With any loft conversion, getting the plumbing right is one of the keys to a successful project.
In older properties there are two main hurdles to overcome. The location of the water tank and what to do with the waste pipes when you include an en-suite bathroom in your conversion.
When you’re planning a loft conversion, the waste pipes need to be considered as they are fitted quite early in the process. And, of course, even though it’s not the most pleasant thing to think about, we always need good plumbing.
Fitting new waste pipes in loft conversions
When you are converting the loft the waste pipes should be fitted during the first fix plumbing stage and, thanks to modern materials and products, they are pretty easy to install.
A bathroom loft conversion usually accompanies the creation of new bedrooms in the roof space to provide en-suite bathroom facilities.
An important thing to get right in the planning stage of a bathroom is its location.
Getting it right will pay big dividends later on.
Where to locate the waste pipes
The ideal location is as close to the existing second floor bathroom as possible. Doing this will ensure that the new waste pipes from the loft only have a short way to travel before linking up with the existing soil and vent pipe.
As we said in the opening paragraph the new white plastic push to fit pipes are very easy to use and install but you must be aware of the problems of siphonage.
This happens when the ‘run’ of the waste pipes is too long and can cause unpleasant smells.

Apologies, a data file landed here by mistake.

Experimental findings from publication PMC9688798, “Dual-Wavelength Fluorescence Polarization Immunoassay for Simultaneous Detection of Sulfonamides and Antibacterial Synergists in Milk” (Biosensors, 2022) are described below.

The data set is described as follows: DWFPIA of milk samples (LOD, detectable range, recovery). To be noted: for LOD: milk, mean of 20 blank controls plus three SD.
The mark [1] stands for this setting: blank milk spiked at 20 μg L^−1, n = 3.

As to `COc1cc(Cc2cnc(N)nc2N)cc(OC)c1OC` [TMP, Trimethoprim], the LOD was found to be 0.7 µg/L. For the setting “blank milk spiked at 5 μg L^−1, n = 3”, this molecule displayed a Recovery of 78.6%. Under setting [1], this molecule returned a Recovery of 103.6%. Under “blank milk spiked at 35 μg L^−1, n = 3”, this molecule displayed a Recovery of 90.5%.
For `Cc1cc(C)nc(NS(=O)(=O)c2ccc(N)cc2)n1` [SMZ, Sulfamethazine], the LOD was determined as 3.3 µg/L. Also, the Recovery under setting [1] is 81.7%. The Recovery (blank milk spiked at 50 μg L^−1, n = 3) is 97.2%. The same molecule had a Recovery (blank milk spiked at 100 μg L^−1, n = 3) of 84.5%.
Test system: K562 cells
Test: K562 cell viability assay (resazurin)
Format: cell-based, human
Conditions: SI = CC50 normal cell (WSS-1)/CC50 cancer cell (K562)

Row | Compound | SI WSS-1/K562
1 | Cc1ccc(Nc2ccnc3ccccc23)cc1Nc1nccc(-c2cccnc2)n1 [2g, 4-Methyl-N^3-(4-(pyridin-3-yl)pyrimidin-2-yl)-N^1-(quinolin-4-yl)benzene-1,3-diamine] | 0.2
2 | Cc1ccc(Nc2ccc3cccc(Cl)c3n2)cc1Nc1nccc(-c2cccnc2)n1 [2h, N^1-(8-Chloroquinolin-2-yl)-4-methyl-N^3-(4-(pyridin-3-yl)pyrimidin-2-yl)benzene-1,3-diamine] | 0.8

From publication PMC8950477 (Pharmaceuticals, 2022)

The way to avoid siphonage is to make sure the length of the waste pipes is kept as short as possible and in fact the building regulations are specific about the maximum length of the pipes.
However, even if there are problems than simply using a bigger bore pipe can often get rid of them.
One other thing that needs to be considered is the existing soil and vent pipe.
Boxing in your pipes
The usual rule for the soil and vent pipes in UK housing is for the pipe to be boxed in before exiting through the roof. The building regulations insist that the pipe should be positioned at least three metres away from any windows.
This isn’t a problem until new skylight windows are installed during a loft conversion.
In this case the soil and vent pipe can simply be extended to maintain the required distance though in many instances the old pipes will need to be replaced with more modern plastic piping.
Finding a plumber
Unless you’re carrying out a DIY loft conversion you need to find a good plumber to install your waste pipes and new plumbing system for you.
It’s likely that your builder will include plumbing as part of their package but if you’re parcelling the work out between different contractors you need to take care to choose a reputable and skilled plumbing company.
When considering your options, the first thing you should do is ensure the plumber is a member of a reputable trade organisation such as the Chartered Institute of Plumbing and Heating Engineering (CIPHE) or the Association of Plumbing & Heating Contractors (APHC).
Next you must ask for references and testimonials. But don’t just accept these at face value. Follow them up. Get in touch with past clients. A word-of-mouth recommendation is worth its weight in gold.
Of course you should always ask for a quote and get at least three for the job. The cheapest isn’t always the best but by getting multiple quotes you will be able to compare services as well as costs.